Why So Much of the So-Called News You Read on the Internet is Trash
Note: My references are to secondhand sites referred to me through my Google News Feed and not to any stories or any writers on this platform
Every day I wake up and read. I typically start the morning off with a few chapters of my latest book of choice. Usually — regrettably — I end up browsing different sites, platforms and “news” outlets for stories that interest me. However, the offerings and options seem to be getting worse by the day.
The combination of over-saturation, our society’s obsession with political correctness and astounding ability to become offended over virtually anything, click-bait, and this generation’s definition of what qualifies as entertainment has completely ruined the state of internet news and reading.
Add in the lack of originality of so many writers and their insatiable desire to cater to their readers, rather than say what’s on their mind or what they actually think — and you are left with the dumpster fire that is the state of internet reading and writing.
I have been seeing essentially the same story, written over and over again by different writers, about Eminem’s daughter Hailie Mathers. What she was wearing at the beach that day or in her latest Instagram post — is not news.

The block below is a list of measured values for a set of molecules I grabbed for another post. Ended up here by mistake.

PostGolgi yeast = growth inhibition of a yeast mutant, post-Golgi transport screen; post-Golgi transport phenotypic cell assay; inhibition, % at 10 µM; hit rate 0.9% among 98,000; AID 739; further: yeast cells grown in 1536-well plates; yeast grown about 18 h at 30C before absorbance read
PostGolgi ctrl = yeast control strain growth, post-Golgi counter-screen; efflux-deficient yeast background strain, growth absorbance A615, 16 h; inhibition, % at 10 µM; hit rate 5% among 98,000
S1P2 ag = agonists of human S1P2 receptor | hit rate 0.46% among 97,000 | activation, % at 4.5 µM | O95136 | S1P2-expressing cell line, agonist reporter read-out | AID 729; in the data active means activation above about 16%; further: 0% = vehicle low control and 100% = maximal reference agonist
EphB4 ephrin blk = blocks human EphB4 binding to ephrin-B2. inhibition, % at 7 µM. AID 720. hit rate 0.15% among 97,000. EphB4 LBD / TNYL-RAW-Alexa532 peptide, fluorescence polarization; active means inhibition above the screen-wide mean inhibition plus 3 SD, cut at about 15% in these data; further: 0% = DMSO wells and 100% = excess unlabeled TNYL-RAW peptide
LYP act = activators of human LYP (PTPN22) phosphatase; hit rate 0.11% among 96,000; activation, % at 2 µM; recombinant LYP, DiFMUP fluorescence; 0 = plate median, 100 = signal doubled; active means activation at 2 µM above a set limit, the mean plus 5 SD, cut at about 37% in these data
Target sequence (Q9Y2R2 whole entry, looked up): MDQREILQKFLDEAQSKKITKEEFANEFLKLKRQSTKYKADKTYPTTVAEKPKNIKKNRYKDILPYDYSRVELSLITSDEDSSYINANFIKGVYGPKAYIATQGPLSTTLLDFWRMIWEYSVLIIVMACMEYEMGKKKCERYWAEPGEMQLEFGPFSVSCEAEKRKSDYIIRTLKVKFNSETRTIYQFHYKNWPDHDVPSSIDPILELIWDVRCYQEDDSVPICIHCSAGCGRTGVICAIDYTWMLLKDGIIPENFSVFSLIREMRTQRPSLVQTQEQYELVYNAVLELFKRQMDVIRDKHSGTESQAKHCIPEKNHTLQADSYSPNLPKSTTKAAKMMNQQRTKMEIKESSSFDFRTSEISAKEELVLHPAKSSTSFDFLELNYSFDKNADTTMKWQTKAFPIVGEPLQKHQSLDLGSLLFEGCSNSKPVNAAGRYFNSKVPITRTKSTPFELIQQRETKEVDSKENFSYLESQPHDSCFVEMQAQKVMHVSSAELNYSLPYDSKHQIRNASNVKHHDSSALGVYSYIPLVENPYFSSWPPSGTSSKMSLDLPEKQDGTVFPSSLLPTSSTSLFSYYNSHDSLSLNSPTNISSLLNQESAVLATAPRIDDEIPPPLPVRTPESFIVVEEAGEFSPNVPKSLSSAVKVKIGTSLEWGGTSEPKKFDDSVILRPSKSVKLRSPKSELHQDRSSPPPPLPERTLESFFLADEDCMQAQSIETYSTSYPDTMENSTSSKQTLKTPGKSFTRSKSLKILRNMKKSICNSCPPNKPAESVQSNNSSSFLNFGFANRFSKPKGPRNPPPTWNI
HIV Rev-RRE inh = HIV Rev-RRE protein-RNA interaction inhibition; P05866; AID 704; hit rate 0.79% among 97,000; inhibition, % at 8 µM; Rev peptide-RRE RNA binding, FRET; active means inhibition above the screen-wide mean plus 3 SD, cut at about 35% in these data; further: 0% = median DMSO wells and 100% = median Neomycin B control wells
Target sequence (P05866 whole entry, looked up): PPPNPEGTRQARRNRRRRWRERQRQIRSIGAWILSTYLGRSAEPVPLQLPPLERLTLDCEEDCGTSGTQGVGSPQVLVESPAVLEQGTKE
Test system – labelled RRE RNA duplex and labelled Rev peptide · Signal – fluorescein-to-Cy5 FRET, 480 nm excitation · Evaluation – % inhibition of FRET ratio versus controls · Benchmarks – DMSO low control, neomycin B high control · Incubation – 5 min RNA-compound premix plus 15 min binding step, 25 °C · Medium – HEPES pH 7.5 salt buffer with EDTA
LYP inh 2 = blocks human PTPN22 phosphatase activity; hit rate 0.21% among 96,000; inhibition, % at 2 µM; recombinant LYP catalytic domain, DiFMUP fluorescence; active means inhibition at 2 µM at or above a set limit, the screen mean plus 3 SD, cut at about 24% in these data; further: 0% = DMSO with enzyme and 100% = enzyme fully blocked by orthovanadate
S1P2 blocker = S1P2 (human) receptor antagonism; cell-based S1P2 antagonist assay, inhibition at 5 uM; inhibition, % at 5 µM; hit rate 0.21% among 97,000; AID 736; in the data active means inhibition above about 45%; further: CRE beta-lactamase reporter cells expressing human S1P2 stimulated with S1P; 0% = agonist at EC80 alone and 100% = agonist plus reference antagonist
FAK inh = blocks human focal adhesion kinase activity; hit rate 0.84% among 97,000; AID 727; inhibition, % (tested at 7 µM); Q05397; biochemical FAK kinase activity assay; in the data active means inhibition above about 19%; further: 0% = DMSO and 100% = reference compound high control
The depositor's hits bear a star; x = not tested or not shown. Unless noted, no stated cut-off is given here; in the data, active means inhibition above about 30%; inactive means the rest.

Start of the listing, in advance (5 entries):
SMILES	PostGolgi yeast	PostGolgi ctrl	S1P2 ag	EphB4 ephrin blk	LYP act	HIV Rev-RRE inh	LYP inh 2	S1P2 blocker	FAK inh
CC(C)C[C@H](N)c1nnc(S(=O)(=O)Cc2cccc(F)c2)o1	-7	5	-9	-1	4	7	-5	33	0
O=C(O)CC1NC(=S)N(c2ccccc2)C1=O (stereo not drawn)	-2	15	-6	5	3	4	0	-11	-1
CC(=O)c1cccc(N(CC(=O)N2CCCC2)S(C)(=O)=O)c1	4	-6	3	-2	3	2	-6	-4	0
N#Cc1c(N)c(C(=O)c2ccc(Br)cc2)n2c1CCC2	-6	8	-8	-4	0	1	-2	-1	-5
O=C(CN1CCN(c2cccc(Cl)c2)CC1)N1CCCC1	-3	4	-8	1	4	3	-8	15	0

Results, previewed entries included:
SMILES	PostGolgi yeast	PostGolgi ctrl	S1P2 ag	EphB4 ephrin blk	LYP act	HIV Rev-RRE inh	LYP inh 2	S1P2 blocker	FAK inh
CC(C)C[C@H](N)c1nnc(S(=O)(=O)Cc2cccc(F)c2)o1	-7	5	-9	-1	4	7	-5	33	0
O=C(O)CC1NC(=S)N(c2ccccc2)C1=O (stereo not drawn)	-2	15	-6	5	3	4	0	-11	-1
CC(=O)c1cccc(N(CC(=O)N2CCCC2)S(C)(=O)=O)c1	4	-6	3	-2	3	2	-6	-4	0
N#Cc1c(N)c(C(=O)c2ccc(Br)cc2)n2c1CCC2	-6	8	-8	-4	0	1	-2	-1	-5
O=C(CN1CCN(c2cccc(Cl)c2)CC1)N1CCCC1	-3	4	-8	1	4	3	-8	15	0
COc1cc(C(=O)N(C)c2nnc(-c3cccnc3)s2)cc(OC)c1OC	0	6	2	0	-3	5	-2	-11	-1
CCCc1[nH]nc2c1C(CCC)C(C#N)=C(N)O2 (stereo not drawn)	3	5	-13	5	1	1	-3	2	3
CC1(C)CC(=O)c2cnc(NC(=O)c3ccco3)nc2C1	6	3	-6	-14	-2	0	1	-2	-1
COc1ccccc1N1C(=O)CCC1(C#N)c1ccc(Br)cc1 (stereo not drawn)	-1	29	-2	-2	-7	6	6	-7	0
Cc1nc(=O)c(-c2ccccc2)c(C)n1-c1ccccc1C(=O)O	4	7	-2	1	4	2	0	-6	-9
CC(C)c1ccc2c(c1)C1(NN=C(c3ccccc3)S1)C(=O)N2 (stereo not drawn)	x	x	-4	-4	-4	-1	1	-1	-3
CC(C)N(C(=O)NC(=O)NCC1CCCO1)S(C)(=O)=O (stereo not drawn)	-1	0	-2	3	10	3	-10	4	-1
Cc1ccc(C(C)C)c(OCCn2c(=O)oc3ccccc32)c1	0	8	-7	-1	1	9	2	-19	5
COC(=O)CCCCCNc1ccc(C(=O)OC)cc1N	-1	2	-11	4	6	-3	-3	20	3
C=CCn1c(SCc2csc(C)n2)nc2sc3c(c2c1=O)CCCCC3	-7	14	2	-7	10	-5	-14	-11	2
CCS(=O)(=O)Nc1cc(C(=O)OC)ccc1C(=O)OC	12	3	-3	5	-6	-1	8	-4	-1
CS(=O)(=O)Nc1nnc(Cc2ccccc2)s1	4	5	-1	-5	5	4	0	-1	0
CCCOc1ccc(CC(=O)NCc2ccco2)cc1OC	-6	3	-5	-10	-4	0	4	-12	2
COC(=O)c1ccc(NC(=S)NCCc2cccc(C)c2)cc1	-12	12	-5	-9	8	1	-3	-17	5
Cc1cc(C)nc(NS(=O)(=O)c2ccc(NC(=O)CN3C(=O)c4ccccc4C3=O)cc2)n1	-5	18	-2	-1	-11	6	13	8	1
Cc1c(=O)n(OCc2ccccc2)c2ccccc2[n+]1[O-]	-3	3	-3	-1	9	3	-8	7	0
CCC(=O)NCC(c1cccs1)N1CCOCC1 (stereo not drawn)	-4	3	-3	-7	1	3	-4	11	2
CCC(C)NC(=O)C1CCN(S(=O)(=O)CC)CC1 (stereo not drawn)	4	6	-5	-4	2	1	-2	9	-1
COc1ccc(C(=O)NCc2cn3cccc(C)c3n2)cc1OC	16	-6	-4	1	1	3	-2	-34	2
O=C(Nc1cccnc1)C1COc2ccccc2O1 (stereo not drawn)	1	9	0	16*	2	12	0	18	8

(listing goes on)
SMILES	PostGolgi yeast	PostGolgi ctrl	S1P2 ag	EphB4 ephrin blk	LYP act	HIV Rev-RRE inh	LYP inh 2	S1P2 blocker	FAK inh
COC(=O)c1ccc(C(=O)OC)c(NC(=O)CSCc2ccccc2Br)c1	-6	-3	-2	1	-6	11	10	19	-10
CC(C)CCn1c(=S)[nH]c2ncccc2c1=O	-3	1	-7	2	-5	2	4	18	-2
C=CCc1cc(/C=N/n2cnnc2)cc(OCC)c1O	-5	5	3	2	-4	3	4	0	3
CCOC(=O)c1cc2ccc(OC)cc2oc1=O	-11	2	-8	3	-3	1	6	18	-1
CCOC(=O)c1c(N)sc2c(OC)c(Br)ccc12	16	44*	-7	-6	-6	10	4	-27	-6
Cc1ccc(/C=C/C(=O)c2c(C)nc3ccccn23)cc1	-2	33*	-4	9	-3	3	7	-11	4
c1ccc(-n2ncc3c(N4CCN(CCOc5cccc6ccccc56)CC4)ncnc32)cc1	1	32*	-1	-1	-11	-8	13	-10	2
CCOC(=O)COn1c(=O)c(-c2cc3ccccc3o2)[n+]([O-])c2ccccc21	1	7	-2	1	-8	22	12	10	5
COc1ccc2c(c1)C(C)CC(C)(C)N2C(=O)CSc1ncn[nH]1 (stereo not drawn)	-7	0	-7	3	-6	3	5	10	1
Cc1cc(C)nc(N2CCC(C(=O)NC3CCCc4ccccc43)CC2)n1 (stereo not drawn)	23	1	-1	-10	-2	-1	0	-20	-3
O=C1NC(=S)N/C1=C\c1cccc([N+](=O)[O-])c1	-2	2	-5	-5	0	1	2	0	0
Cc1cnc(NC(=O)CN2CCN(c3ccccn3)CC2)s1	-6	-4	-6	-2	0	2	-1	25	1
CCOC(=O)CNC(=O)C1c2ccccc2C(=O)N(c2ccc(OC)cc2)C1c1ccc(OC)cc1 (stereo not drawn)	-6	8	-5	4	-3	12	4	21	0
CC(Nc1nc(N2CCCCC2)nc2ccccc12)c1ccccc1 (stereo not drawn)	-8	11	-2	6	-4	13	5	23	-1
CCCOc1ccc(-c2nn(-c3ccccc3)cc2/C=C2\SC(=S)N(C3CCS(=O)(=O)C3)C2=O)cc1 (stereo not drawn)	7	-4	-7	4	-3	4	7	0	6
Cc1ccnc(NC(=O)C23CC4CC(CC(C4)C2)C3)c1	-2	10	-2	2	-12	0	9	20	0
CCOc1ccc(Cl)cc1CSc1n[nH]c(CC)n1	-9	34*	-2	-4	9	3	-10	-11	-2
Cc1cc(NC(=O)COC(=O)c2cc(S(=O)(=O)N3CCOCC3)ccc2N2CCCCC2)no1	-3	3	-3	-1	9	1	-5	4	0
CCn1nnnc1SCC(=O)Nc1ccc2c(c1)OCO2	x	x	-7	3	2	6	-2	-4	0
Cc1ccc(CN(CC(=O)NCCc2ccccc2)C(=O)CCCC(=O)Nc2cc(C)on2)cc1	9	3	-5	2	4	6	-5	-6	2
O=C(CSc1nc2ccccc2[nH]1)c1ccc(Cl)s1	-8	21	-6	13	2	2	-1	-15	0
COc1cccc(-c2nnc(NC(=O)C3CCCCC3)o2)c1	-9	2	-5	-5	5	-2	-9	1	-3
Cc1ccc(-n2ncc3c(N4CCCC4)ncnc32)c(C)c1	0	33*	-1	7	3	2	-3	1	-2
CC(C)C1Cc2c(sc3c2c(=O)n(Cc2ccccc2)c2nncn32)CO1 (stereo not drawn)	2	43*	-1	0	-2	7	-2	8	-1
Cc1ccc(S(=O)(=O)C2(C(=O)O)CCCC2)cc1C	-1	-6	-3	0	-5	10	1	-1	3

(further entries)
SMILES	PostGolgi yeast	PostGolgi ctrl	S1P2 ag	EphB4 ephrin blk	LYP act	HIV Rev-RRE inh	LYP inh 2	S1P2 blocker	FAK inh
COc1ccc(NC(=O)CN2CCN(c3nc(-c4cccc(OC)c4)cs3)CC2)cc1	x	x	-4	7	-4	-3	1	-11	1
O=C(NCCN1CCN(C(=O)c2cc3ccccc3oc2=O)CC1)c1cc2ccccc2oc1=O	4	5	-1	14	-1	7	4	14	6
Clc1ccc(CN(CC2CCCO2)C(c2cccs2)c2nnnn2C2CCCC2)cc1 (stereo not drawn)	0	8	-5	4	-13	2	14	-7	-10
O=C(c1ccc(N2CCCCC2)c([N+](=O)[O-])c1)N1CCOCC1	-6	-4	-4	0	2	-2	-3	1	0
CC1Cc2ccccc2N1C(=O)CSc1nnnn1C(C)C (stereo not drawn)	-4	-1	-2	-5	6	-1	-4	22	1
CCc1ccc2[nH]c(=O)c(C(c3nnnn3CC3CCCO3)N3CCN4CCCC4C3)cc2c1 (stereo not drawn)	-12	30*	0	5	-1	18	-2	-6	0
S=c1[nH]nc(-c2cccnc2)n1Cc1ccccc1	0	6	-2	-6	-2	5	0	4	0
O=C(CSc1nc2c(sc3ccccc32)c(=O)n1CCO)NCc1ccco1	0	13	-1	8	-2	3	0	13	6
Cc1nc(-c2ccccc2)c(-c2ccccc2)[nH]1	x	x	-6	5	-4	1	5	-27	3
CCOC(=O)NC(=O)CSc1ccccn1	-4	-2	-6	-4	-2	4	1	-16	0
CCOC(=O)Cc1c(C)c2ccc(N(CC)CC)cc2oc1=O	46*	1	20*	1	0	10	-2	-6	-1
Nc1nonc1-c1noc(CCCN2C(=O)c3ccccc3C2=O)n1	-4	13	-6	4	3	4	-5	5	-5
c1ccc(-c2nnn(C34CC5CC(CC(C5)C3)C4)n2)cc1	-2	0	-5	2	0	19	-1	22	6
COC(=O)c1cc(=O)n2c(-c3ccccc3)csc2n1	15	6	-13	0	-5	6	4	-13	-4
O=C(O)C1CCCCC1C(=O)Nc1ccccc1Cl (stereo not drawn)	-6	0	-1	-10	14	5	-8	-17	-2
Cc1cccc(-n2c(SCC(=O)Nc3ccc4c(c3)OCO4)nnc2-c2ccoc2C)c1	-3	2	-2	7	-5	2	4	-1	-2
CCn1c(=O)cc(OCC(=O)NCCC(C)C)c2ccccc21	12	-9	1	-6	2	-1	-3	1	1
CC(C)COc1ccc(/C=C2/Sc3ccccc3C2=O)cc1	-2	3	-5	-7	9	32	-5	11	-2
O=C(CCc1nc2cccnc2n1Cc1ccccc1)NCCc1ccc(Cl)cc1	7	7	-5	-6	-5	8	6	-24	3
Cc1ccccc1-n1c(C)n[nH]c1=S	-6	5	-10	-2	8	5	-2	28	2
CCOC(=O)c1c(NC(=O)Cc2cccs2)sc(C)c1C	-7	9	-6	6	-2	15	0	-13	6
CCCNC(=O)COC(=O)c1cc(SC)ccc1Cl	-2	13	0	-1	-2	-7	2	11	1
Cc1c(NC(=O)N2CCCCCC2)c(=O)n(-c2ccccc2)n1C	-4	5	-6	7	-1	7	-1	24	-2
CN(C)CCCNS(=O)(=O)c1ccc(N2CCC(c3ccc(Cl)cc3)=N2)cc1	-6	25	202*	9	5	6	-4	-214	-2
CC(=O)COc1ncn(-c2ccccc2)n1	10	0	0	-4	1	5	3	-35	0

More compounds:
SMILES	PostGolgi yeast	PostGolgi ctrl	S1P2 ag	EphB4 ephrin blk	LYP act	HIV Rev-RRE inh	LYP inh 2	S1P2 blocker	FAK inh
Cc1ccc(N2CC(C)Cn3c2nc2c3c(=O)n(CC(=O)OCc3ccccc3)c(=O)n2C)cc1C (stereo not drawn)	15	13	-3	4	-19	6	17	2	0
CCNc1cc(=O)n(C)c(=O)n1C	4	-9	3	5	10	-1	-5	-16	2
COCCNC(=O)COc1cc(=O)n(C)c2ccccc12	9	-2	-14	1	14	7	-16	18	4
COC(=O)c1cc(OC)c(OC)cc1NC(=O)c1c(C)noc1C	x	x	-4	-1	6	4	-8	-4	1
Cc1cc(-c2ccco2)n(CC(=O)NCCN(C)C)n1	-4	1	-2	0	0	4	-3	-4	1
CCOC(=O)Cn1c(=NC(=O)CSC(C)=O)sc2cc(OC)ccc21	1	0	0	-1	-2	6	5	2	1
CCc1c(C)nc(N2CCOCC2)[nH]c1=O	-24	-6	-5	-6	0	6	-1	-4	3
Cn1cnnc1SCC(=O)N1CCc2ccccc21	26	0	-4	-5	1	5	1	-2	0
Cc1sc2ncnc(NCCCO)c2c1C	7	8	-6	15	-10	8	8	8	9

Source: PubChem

Yet the stories are written on a weekly if not daily basis and end up in my Google Newsfeed. The same goes for anything Beyonce does, including what she wore on her way to — anywhere. Frankly, I’m beyond disappointed and disgusted. To even be loosely grouped in with the folks who write these stories is downright demeaning to me. They are everything I’d never want to be.
These “writers” degrade the craft and belittle genuine writers who actually have something to say. They’re demoralizing to the journalists who put themselves at risk every day, reporting on and publishing actual news stories.
There are no risks taken, no vulnerability — and no actual news being reported. To make matters worse, barely different versions of the exact same headline lingers at the top of dozens if not hundreds of different nonstory stories, across outlets, sites, blogs and platforms…